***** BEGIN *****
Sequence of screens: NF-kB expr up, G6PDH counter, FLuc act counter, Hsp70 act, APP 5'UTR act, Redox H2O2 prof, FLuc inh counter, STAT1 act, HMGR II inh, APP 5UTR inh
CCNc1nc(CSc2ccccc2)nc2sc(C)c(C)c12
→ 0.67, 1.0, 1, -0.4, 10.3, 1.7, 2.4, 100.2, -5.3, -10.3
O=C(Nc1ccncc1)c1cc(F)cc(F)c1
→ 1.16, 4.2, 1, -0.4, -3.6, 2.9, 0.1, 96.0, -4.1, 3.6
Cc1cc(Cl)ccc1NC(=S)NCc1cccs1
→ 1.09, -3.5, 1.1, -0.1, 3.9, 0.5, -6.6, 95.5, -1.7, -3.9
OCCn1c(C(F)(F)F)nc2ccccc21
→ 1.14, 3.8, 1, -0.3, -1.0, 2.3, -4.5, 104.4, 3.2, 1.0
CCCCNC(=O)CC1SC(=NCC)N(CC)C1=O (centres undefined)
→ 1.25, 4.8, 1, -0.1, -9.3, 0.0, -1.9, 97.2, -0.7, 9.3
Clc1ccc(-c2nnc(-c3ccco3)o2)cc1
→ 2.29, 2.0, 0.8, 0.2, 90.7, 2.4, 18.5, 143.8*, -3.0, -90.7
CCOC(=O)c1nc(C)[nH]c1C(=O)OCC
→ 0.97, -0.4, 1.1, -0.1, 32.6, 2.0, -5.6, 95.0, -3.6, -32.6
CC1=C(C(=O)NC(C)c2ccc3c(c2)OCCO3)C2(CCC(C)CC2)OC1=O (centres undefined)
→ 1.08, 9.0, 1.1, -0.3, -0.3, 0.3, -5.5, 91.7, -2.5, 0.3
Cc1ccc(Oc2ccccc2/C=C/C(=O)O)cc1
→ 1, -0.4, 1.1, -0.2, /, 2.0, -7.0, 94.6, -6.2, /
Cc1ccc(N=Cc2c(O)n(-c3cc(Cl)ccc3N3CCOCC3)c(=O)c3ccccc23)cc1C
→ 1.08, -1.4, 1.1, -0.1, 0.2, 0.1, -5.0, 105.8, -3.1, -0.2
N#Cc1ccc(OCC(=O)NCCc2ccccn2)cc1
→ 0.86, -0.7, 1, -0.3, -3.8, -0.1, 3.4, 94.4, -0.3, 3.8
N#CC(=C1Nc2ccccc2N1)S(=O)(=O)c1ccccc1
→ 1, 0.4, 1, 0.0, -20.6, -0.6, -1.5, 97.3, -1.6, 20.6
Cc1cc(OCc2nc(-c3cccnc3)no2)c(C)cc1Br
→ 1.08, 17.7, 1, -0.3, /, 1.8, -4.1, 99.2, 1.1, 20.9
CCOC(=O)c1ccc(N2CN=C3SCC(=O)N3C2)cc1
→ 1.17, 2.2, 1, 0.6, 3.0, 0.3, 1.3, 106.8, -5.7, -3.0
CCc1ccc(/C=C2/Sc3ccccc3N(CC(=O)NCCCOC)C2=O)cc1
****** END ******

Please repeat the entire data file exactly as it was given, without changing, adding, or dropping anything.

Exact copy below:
Sequence of screens: NF-kB expr up, G6PDH counter, FLuc act counter, Hsp70 act, APP 5'UTR act, Redox H2O2 prof, FLuc inh counter, STAT1 act, HMGR II inh, APP 5UTR inh
CCNc1nc(CSc2ccccc2)nc2sc(C)c(C)c12
→ 0.67, 1.0, 1, -0.4, 10.3, 1.7, 2.4, 100.2, -5.3, -10.3
O=C(Nc1ccncc1)c1cc(F)cc(F)c1
→ 1.16, 4.2, 1, -0.4, -3.6, 2.9, 0.1, 96.0, -4.1, 3.6
Cc1cc(Cl)ccc1NC(=S)NCc1cccs1
→ 1.09, -3.5, 1.1, -0.1, 3.9, 0.5, -6.6, 95.5, -1.7, -3.9
OCCn1c(C(F)(F)F)nc2ccccc21
→ 1.14, 3.8, 1, -0.3, -1.0, 2.3, -4.5, 104.4, 3.2, 1.0
CCCCNC(=O)CC1SC(=NCC)N(CC)C1=O (centres undefined)
→ 1.25, 4.8, 1, -0.1, -9.3, 0.0, -1.9, 97.2, -0.7, 9.3
Clc1ccc(-c2nnc(-c3ccco3)o2)cc1
→ 2.29, 2.0, 0.8, 0.2, 90.7, 2.4, 18.5, 143.8*, -3.0, -90.7
CCOC(=O)c1nc(C)[nH]c1C(=O)OCC
→ 0.97, -0.4, 1.1, -0.1, 32.6, 2.0, -5.6, 95.0, -3.6, -32.6
CC1=C(C(=O)NC(C)c2ccc3c(c2)OCCO3)C2(CCC(C)CC2)OC1=O (centres undefined)
→ 1.08, 9.0, 1.1, -0.3, -0.3, 0.3, -5.5, 91.7, -2.5, 0.3
Cc1ccc(Oc2ccccc2/C=C/C(=O)O)cc1
→ 1, -0.4, 1.1, -0.2, /, 2.0, -7.0, 94.6, -6.2, /
Cc1ccc(N=Cc2c(O)n(-c3cc(Cl)ccc3N3CCOCC3)c(=O)c3ccccc23)cc1C
→ 1.08, -1.4, 1.1, -0.1, 0.2, 0.1, -5.0, 105.8, -3.1, -0.2
N#Cc1ccc(OCC(=O)NCCc2ccccn2)cc1
→ 0.86, -0.7, 1, -0.3, -3.8, -0.1, 3.4, 94.4, -0.3, 3.8
N#CC(=C1Nc2ccccc2N1)S(=O)(=O)c1ccccc1
→ 1, 0.4, 1, 0.0, -20.6, -0.6, -1.5, 97.3, -1.6, 20.6
Cc1cc(OCc2nc(-c3cccnc3)no2)c(C)cc1Br
→ 1.08, 17.7, 1, -0.3, /, 1.8, -4.1, 99.2, 1.1, 20.9
CCOC(=O)c1ccc(N2CN=C3SCC(=O)N3C2)cc1
→ 1.17, 2.2, 1, 0.6, 3.0, 0.3, 1.3, 106.8, -5.7, -3.0
CCc1ccc(/C=C2/Sc3ccccc3N(CC(=O)NCCCOC)C2=O)cc1